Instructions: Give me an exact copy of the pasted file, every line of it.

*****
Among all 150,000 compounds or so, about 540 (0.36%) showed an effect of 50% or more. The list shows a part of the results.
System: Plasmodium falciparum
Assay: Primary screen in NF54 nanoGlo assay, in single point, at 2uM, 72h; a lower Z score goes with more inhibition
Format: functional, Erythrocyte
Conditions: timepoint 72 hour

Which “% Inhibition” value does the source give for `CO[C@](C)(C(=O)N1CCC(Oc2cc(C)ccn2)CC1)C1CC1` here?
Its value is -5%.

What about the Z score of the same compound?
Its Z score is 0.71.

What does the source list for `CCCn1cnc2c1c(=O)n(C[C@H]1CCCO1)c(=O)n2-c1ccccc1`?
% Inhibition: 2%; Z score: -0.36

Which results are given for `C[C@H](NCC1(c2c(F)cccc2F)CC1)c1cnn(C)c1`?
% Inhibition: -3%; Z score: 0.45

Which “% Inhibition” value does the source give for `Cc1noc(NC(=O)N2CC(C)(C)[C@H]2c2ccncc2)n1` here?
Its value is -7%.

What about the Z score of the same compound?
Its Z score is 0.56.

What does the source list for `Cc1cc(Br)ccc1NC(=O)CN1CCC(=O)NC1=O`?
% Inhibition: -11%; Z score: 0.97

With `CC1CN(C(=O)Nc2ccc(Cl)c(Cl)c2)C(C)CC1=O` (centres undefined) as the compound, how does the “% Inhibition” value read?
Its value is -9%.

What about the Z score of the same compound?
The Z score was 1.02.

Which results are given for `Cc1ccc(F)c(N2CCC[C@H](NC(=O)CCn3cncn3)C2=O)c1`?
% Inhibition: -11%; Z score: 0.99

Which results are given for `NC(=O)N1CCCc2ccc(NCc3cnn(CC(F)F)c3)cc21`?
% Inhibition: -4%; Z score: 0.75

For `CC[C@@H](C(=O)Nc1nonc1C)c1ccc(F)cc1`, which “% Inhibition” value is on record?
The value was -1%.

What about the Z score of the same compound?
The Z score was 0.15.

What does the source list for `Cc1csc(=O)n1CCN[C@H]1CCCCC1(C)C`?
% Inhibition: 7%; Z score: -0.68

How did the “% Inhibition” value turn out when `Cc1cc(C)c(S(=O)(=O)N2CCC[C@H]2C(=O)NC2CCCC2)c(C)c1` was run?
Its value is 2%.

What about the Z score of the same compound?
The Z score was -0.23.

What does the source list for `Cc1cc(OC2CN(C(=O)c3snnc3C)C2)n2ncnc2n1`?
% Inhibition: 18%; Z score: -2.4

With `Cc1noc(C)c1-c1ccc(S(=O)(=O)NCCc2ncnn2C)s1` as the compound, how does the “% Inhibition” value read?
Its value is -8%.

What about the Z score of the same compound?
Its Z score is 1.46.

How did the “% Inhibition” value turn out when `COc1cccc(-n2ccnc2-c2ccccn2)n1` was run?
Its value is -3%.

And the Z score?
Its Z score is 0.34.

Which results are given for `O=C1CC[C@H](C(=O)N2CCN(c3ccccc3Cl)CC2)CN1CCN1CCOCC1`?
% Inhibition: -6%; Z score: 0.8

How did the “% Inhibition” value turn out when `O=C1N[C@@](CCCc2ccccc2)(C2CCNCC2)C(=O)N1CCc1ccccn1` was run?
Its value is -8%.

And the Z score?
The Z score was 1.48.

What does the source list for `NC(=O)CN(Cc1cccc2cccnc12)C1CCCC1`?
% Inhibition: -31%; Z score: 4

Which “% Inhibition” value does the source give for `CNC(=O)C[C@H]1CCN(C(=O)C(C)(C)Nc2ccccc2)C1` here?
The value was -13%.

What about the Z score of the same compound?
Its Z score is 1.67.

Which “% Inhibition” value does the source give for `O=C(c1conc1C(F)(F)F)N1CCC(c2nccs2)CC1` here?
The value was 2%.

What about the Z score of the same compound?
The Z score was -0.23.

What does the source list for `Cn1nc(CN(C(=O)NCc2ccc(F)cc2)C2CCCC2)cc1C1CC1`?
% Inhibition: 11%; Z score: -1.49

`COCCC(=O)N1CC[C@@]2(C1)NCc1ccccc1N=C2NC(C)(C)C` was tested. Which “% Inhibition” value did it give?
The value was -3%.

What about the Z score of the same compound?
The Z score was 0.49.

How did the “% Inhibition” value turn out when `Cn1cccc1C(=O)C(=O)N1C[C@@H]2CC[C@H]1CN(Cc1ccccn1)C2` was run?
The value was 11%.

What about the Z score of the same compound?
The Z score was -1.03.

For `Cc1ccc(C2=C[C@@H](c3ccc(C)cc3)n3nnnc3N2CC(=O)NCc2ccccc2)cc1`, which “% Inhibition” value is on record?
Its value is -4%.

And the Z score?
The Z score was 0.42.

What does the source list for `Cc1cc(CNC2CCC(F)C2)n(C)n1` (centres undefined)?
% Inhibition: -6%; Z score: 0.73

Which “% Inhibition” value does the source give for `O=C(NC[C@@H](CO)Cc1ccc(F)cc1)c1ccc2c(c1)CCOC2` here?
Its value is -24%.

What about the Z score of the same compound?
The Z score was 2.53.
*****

Among all 150,000 compounds or so, about 540 (0.36%) showed an effect of 50% or more. The list shows a part of the results.
System: Plasmodium falciparum
Assay: Primary screen in NF54 nanoGlo assay, in single point, at 2uM, 72h; a lower Z score goes with more inhibition
Format: functional, Erythrocyte
Conditions: timepoint 72 hour

Which “% Inhibition” value does the source give for `CO[C@](C)(C(=O)N1CCC(Oc2cc(C)ccn2)CC1)C1CC1` here?
Its value is -5%.

What about the Z score of the same compound?
Its Z score is 0.71.

What does the source list for `CCCn1cnc2c1c(=O)n(C[C@H]1CCCO1)c(=O)n2-c1ccccc1`?
% Inhibition: 2%; Z score: -0.36

Which results are given for `C[C@H](NCC1(c2c(F)cccc2F)CC1)c1cnn(C)c1`?
% Inhibition: -3%; Z score: 0.45

Which “% Inhibition” value does the source give for `Cc1noc(NC(=O)N2CC(C)(C)[C@H]2c2ccncc2)n1` here?
Its value is -7%.

What about the Z score of the same compound?
Its Z score is 0.56.

What does the source list for `Cc1cc(Br)ccc1NC(=O)CN1CCC(=O)NC1=O`?
% Inhibition: -11%; Z score: 0.97

With `CC1CN(C(=O)Nc2ccc(Cl)c(Cl)c2)C(C)CC1=O` (centres undefined) as the compound, how does the “% Inhibition” value read?
Its value is -9%.

What about the Z score of the same compound?
The Z score was 1.02.

Which results are given for `Cc1ccc(F)c(N2CCC[C@H](NC(=O)CCn3cncn3)C2=O)c1`?
% Inhibition: -11%; Z score: 0.99

Which results are given for `NC(=O)N1CCCc2ccc(NCc3cnn(CC(F)F)c3)cc21`?
% Inhibition: -4%; Z score: 0.75

For `CC[C@@H](C(=O)Nc1nonc1C)c1ccc(F)cc1`, which “% Inhibition” value is on record?
The value was -1%.

What about the Z score of the same compound?
The Z score was 0.15.

What does the source list for `Cc1csc(=O)n1CCN[C@H]1CCCCC1(C)C`?
% Inhibition: 7%; Z score: -0.68

How did the “% Inhibition” value turn out when `Cc1cc(C)c(S(=O)(=O)N2CCC[C@H]2C(=O)NC2CCCC2)c(C)c1` was run?
Its value is 2%.

What about the Z score of the same compound?
The Z score was -0.23.

What does the source list for `Cc1cc(OC2CN(C(=O)c3snnc3C)C2)n2ncnc2n1`?
% Inhibition: 18%; Z score: -2.4

With `Cc1noc(C)c1-c1ccc(S(=O)(=O)NCCc2ncnn2C)s1` as the compound, how does the “% Inhibition” value read?
Its value is -8%.

What about the Z score of the same compound?
Its Z score is 1.46.

How did the “% Inhibition” value turn out when `COc1cccc(-n2ccnc2-c2ccccn2)n1` was run?
Its value is -3%.

And the Z score?
Its Z score is 0.34.

Which results are given for `O=C1CC[C@H](C(=O)N2CCN(c3ccccc3Cl)CC2)CN1CCN1CCOCC1`?
% Inhibition: -6%; Z score: 0.8

How did the “% Inhibition” value turn out when `O=C1N[C@@](CCCc2ccccc2)(C2CCNCC2)C(=O)N1CCc1ccccn1` was run?
Its value is -8%.

And the Z score?
The Z score was 1.48.

What does the source list for `NC(=O)CN(Cc1cccc2cccnc12)C1CCCC1`?
% Inhibition: -31%; Z score: 4

Which “% Inhibition” value does the source give for `CNC(=O)C[C@H]1CCN(C(=O)C(C)(C)Nc2ccccc2)C1` here?
The value was -13%.

What about the Z score of the same compound?
Its Z score is 1.67.

Which “% Inhibition” value does the source give for `O=C(c1conc1C(F)(F)F)N1CCC(c2nccs2)CC1` here?
The value was 2%.

What about the Z score of the same compound?
The Z score was -0.23.

What does the source list for `Cn1nc(CN(C(=O)NCc2ccc(F)cc2)C2CCCC2)cc1C1CC1`?
% Inhibition: 11%; Z score: -1.49

`COCCC(=O)N1CC[C@@]2(C1)NCc1ccccc1N=C2NC(C)(C)C` was tested. Which “% Inhibition” value did it give?
The value was -3%.

What about the Z score of the same compound?
The Z score was 0.49.

How did the “% Inhibition” value turn out when `Cn1cccc1C(=O)C(=O)N1C[C@@H]2CC[C@H]1CN(Cc1ccccn1)C2` was run?
The value was 11%.

What about the Z score of the same compound?
The Z score was -1.03.

For `Cc1ccc(C2=C[C@@H](c3ccc(C)cc3)n3nnnc3N2CC(=O)NCc2ccccc2)cc1`, which “% Inhibition” value is on record?
Its value is -4%.

And the Z score?
The Z score was 0.42.

What does the source list for `Cc1cc(CNC2CCC(F)C2)n(C)n1` (centres undefined)?
% Inhibition: -6%; Z score: 0.73

Which “% Inhibition” value does the source give for `O=C(NC[C@@H](CO)Cc1ccc(F)cc1)c1ccc2c(c1)CCOC2` here?
Its value is -24%.

What about the Z score of the same compound?
The Z score was 2.53.